The other thing to think about when deciding which measurement form to use, is what is the measurement form used on the actual product you buy? So, for example, salt. A canister of salt lists a serving as 1/4 teaspoon and then tells me how many servings are in the canister. So I can easily figure out how many teaspoons are in that canister. This being the case, I may want to put my ‘total salt number’ on this list in teaspoons so that it’s easy to know how many canisters I need to have. A serving of sugar is also listed in teaspoons on its’ bag, as well as things like baking powder, baking soda, cornstarch, etc. Flour is listed in cups. Pasta is by ounces and/or pounds. Cheese is by ounces, however if you buy the pre-grated kind it almost always lists the amount of cups in the package as well. So just take that into account. Looking back at the example list I gave you last week, I would probably go back and change my ‘sugar’ total amount to be 720 teaspoons instead of 15 cups.
And on that same note, it would also be helpful to go ahead and put right on the list how many canisters, bags, boxes, etc of your item that ‘total number’ equates to. So, again, looking at sugar… I could put 720 teaspoons for the total number and then below that, or in a new column (which I think I’ll go ahead and create) I could put ‘2 (4 lb) bags’. (Obviously these are not accurate numbers… I go through a lot more than 2 bags of sugar in a year.) Doing that will make it a lot easier to do an inventory if I just know how many bags of sugar I’m supposed to have, or boxes of baking soda, etc versus trying to figure out how many teaspoons of everything I have in stock. Agree? Agree. Glad we’re on the same page. 🙂
Oh. And another tip… you may want to do an inventory more frequently than twice a year if you’re really not good at restocking what you use. Three or four times a year might be better in that case to help stay on track. 🙂

List #4: Hm… this isn’t a very tricky list. It’s pretty cut-and-dry. One thing that may help is to wait until the end of the day to mark your tallies for what you had. This may help keep you from feeling like you’re on a diet and having to keep track of every little thing that you eat. 🙂 Or if you’re really good at remembering what you eat… you can wait until the end of the week to mark the sheet. My memory isn’t that good, so once a day would probably be better for me. 🙂

Well, I guess that about covers the Tips & Tricks! If you find something that really helps you out in your process, please share it! These are all obviously only things I have discovered that have helped me. But I’m positive there are lots more brilliant ideas out there! So if you’ve got one, just leave a comment so others can enjoy it as well.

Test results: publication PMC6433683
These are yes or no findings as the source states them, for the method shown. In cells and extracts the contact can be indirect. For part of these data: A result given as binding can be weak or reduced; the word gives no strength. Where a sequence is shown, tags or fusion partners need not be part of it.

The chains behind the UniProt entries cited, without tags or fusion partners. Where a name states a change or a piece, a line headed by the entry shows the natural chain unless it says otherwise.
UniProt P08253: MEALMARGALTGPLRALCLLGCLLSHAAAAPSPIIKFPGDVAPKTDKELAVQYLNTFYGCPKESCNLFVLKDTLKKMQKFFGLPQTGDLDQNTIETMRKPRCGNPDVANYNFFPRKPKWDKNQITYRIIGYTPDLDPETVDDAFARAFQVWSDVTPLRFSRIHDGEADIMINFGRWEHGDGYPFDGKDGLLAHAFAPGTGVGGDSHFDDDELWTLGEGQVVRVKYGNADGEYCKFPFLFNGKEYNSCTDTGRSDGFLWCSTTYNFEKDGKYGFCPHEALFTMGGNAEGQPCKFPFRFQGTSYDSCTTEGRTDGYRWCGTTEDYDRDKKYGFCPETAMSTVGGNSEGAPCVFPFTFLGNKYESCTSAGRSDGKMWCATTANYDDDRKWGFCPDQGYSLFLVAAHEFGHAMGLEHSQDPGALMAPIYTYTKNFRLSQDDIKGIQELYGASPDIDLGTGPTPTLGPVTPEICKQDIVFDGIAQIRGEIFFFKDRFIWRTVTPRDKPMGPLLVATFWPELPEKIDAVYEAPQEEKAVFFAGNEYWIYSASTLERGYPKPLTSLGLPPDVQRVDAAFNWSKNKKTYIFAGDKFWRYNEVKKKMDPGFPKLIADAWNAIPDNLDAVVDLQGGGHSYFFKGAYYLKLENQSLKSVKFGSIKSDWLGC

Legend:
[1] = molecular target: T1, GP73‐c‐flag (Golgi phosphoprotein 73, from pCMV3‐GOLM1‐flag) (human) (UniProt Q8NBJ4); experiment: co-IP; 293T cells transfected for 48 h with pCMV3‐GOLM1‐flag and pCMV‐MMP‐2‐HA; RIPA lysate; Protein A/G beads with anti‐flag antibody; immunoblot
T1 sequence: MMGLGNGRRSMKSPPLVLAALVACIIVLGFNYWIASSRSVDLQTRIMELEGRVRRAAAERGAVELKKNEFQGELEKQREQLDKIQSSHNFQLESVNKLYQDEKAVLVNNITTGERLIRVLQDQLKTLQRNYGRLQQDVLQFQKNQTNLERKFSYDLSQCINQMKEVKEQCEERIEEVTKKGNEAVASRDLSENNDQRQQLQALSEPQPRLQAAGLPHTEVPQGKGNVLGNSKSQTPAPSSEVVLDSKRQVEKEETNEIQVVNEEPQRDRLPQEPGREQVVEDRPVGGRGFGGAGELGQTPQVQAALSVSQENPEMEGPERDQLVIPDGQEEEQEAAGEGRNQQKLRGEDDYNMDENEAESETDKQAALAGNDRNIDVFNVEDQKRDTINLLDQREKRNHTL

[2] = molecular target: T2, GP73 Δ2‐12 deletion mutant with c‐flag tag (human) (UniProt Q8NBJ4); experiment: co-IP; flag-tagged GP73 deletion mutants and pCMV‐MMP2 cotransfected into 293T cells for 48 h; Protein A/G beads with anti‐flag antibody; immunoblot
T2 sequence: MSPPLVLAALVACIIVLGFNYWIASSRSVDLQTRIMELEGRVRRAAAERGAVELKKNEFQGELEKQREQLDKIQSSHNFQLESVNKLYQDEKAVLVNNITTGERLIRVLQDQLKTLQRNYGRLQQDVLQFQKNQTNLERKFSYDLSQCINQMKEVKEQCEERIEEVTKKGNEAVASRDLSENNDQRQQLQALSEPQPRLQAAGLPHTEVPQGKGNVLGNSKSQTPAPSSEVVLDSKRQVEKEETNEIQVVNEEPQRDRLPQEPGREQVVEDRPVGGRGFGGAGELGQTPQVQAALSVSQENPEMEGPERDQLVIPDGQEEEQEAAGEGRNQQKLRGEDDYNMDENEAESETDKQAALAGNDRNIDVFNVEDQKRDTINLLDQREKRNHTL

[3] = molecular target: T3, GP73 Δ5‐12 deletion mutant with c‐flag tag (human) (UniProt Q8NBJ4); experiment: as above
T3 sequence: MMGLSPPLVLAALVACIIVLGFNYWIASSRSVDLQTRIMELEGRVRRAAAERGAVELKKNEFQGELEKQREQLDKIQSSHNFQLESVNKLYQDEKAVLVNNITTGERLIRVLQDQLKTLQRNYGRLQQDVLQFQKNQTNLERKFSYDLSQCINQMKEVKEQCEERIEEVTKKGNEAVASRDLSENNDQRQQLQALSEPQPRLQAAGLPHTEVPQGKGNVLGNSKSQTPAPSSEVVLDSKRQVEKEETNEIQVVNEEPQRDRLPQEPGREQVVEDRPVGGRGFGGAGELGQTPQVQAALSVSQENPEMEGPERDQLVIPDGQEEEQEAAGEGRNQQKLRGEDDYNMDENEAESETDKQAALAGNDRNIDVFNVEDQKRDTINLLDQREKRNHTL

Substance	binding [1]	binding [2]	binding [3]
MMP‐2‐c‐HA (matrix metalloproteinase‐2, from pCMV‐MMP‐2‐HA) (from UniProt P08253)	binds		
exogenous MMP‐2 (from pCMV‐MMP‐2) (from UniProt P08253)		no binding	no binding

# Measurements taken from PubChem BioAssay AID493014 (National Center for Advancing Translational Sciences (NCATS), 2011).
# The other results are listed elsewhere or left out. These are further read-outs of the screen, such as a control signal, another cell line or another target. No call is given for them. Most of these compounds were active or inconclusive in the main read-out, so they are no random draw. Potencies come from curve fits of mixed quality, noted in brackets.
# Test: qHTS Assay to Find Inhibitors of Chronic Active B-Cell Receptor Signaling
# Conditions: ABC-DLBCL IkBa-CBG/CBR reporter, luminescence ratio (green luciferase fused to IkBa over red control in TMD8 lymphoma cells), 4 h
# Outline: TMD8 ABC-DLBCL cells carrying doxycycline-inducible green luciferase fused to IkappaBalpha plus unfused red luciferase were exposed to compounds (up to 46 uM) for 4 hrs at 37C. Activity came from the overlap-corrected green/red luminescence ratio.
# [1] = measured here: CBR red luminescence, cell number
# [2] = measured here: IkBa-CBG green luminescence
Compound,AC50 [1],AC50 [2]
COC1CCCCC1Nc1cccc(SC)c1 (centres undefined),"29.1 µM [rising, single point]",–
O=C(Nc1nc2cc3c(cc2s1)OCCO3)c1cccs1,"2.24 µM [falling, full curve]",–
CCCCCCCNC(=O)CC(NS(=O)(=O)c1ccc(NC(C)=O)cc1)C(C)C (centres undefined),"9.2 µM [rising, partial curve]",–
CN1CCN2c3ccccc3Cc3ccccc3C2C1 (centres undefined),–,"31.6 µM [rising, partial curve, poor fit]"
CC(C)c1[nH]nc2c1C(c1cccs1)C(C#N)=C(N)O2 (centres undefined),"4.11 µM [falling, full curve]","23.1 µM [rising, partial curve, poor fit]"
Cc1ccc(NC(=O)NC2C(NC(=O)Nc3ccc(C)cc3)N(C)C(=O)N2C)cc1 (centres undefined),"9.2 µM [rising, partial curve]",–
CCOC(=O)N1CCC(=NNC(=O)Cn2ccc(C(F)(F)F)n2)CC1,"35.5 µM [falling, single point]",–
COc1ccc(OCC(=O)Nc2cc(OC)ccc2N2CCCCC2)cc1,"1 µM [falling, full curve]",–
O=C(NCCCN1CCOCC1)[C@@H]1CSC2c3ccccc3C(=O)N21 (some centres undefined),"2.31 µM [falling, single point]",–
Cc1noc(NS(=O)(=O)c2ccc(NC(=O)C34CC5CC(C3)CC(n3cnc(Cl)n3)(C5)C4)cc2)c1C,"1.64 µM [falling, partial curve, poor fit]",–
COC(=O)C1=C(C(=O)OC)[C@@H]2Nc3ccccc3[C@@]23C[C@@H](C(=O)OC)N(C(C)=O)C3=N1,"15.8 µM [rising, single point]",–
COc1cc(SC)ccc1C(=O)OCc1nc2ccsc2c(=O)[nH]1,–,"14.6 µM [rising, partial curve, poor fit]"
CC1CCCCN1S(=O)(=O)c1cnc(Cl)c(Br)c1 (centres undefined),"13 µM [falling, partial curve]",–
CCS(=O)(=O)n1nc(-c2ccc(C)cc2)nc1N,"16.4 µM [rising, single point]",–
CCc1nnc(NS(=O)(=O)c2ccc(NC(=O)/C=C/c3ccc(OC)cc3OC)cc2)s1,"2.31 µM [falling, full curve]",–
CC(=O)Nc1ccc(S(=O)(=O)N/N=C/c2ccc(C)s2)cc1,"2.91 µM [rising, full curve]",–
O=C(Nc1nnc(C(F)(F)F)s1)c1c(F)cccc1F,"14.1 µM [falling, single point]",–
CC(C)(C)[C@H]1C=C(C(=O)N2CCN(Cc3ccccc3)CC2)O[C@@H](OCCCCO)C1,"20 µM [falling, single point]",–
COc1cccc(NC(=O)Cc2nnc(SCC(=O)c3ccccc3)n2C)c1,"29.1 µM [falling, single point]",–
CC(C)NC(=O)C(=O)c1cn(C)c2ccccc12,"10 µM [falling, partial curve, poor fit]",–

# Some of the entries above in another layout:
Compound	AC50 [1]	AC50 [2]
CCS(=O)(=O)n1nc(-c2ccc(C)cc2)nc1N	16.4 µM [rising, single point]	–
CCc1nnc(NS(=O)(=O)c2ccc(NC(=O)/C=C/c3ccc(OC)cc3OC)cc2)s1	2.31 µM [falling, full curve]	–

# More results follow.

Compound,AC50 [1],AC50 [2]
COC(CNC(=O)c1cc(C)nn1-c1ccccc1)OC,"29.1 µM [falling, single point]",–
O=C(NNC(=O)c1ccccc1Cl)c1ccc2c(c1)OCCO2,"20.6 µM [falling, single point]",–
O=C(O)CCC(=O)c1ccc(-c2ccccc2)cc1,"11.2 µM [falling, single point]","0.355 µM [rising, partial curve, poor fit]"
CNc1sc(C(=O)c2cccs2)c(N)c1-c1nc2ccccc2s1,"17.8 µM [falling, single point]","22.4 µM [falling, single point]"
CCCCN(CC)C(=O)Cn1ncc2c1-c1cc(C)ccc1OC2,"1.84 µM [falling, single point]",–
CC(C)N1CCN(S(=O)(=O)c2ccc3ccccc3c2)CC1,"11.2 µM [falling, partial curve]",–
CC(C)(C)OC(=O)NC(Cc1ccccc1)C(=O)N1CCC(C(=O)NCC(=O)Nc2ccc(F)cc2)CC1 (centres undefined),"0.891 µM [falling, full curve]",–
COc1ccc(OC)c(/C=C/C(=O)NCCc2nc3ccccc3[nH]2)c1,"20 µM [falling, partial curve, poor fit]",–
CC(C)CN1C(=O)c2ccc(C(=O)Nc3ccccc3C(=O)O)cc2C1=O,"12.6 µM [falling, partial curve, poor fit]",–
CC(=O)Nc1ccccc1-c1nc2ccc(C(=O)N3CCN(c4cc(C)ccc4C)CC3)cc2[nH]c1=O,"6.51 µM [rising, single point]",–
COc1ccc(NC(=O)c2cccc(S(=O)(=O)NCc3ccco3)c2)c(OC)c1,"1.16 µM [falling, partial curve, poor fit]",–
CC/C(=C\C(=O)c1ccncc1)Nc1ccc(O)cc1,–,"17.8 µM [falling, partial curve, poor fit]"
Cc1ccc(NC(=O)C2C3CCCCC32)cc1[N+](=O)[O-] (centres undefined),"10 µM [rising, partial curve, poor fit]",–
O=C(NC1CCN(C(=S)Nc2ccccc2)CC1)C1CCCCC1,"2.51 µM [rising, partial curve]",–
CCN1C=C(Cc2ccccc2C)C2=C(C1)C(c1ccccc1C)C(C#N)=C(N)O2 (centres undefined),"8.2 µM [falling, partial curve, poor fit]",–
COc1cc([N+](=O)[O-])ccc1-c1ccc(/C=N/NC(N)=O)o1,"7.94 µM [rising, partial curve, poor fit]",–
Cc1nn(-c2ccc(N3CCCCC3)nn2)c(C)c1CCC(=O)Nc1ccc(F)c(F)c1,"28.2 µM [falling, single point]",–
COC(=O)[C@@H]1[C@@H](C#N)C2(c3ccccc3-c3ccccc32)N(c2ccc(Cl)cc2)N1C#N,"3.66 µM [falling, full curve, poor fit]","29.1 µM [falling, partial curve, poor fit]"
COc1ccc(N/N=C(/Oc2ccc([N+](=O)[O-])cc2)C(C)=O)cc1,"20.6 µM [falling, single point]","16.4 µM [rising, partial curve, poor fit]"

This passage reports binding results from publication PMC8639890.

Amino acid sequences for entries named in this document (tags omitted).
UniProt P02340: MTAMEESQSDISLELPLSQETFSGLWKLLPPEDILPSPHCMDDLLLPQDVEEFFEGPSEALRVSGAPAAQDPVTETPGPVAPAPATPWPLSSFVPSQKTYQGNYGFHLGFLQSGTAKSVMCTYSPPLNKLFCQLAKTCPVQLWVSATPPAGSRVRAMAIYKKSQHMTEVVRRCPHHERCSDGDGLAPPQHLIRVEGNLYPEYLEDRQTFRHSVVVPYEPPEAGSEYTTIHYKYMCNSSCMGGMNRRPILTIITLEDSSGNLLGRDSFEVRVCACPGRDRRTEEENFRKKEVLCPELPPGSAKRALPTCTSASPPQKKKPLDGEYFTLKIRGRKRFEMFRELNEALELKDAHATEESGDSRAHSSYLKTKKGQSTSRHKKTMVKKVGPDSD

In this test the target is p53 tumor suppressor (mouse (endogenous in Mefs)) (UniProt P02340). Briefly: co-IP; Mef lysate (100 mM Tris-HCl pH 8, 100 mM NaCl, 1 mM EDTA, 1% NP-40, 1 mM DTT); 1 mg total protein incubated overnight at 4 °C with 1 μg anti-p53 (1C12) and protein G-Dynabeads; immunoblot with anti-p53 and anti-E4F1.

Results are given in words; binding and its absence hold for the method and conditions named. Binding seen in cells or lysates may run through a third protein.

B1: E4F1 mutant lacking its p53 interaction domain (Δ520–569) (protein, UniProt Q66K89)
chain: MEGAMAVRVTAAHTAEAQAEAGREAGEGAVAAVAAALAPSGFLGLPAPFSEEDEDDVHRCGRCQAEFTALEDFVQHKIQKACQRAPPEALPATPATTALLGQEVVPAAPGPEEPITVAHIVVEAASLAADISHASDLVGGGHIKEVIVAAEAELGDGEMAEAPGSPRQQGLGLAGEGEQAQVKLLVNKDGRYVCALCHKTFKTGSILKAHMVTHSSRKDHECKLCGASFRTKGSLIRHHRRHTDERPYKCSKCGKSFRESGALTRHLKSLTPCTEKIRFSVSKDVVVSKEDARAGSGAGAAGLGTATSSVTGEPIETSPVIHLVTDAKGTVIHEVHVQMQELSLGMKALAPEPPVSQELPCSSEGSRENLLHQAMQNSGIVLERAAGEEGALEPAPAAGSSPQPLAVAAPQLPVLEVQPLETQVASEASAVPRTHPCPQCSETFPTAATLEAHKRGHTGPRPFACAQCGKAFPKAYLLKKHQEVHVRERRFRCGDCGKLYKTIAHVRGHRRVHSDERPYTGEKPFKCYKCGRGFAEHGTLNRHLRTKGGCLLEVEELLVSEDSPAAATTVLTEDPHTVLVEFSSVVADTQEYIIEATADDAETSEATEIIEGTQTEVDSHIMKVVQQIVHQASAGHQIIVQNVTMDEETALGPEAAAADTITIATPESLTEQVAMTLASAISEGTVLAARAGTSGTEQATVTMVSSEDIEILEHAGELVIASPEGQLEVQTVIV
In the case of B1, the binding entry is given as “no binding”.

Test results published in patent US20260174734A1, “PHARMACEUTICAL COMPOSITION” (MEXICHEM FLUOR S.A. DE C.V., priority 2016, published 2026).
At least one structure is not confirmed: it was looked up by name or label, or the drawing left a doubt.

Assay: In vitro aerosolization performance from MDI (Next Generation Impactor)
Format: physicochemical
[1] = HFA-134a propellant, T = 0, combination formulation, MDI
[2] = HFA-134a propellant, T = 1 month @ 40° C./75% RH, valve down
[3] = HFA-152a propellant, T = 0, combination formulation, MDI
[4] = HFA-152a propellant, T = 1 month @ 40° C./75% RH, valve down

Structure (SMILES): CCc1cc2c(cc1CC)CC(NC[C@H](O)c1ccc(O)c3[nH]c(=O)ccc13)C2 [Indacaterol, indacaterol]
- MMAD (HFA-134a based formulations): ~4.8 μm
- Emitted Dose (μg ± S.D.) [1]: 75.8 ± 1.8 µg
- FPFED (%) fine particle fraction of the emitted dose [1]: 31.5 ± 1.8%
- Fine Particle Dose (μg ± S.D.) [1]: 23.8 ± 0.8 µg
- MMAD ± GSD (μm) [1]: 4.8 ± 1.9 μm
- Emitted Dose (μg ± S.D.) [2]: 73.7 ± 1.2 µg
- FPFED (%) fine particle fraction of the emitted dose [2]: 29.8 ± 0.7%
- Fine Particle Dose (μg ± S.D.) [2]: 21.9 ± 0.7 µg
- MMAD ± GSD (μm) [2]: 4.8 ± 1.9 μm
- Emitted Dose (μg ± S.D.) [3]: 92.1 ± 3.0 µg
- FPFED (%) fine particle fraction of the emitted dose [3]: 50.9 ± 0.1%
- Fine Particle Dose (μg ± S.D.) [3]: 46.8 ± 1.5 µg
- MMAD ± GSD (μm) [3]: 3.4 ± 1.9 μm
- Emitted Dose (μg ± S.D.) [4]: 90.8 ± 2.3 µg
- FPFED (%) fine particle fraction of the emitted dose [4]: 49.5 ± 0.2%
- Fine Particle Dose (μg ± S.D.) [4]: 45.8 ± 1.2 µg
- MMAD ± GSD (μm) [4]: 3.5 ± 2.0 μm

Blank Forms

And for those who would like them, here are the blank lists I’ve made for you to use.

Blank Food Storage Organization Lists

All four lists are on one Excel form. When you open the file, you’ll see 4 tabs at the bottom. Those are the four different lists. (Just a heads up… on List #1: FS Monthly Menu, the file is set to do the math for you. So just type in your ‘times per wk/mo’ and a ’52’ or ’12’ for the other column, and it will multiply it for you.) I also put an example on each page in italics just to remind you what goes on each page. Just delete them or type right on over them. If anyone needs it in a form other than Excel, let me know and I’ll see what I can do. Enjoy and good luck! 🙂

Food Storage: Organizing The Plan

Alright. It’s been two weeks. Do you have all your recipes?
Don’t beat yourself up if you don’t have them all yet. Just give yourself another week and dedicate some time to it. I’ve got mine pretty much done, but I think I’ll likely end up tweaking some of the numbers as the year(s) go on. But THAT’S OKAY! That’s one of the beauties of this  process– it grows with you! Don’t be afraid to start because you feel like your recipes or numbers are not exactly right or perfect. You can change things as you go. Just START with SOMETHING!

Okay, so that being said… we’re moving into the organization phase of our plan. (Woohoo!) Getting organized is one of my favorite parts of food storage. I love organization! Sometimes I start a new hobby just so that I can organize things! (Yes, I’m checking into therapy next week.) Part of my organization freakishness is that I love making lists and seeing everything laid out in front of me. For me it helps to eliminate confusion (or reduce it anyway). So, for this process, I have been working on making 4 lists. Each list kind of builds of the previous one and takes us to the next step of information we’re looking for. You may look at the lists and think some are unnecessary, or could be done in your head… and definitely feel free to do so if that’s better for you! But again, for me, I like to see it all laid out in front of me so I can easily reference different bits of information. I’m not done with all of the lists yet, but I created at least the structure of each one in order to give you a visual of what we’re doing. So here we go…

List #1: The Food Storage Menu List